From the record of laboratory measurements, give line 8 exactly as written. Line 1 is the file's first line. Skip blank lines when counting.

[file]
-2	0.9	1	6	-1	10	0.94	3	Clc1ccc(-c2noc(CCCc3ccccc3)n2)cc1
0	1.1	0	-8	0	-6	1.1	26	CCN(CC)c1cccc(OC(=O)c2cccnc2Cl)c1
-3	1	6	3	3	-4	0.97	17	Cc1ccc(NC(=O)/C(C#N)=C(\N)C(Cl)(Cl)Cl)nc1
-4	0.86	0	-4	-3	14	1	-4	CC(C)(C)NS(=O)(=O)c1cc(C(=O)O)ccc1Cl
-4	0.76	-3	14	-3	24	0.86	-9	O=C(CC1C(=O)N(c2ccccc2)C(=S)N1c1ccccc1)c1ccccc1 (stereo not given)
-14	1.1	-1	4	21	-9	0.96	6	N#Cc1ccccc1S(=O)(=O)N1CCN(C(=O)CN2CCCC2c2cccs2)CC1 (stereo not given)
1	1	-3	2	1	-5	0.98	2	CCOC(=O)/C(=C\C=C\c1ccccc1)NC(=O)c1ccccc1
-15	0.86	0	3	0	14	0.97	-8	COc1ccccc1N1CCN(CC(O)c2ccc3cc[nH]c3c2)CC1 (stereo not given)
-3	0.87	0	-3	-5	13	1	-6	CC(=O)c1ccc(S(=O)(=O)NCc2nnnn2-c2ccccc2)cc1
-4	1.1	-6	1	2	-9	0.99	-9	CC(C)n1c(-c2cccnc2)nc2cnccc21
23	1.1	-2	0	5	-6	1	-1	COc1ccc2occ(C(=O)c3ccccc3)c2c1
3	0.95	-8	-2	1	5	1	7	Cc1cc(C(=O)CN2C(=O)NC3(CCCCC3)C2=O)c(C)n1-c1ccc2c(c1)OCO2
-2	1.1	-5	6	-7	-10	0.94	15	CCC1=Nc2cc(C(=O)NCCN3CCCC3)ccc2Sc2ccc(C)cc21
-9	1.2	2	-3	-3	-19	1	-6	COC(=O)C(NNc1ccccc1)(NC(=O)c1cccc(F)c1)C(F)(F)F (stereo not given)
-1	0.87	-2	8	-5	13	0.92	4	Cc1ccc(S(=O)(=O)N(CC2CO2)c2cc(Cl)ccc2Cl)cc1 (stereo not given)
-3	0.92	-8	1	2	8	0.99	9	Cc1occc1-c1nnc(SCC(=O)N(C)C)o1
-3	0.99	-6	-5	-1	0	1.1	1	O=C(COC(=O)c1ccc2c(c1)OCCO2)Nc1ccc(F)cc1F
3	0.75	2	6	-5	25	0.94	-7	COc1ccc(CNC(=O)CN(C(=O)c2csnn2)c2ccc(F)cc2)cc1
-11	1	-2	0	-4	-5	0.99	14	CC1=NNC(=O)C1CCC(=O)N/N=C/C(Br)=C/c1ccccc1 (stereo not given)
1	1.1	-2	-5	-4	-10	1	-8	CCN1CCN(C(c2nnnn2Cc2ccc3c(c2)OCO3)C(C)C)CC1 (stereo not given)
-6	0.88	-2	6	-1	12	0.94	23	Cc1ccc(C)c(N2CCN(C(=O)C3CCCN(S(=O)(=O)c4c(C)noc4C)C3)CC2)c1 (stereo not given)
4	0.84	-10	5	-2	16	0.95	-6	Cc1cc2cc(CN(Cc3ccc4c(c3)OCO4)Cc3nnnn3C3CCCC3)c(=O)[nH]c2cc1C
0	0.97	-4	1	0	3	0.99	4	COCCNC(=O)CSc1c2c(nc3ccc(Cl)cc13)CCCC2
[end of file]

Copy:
-15	0.86	0	3	0	14	0.97	-8	COc1ccccc1N1CCN(CC(O)c2ccc3cc[nH]c3c2)CC1 (stereo not given)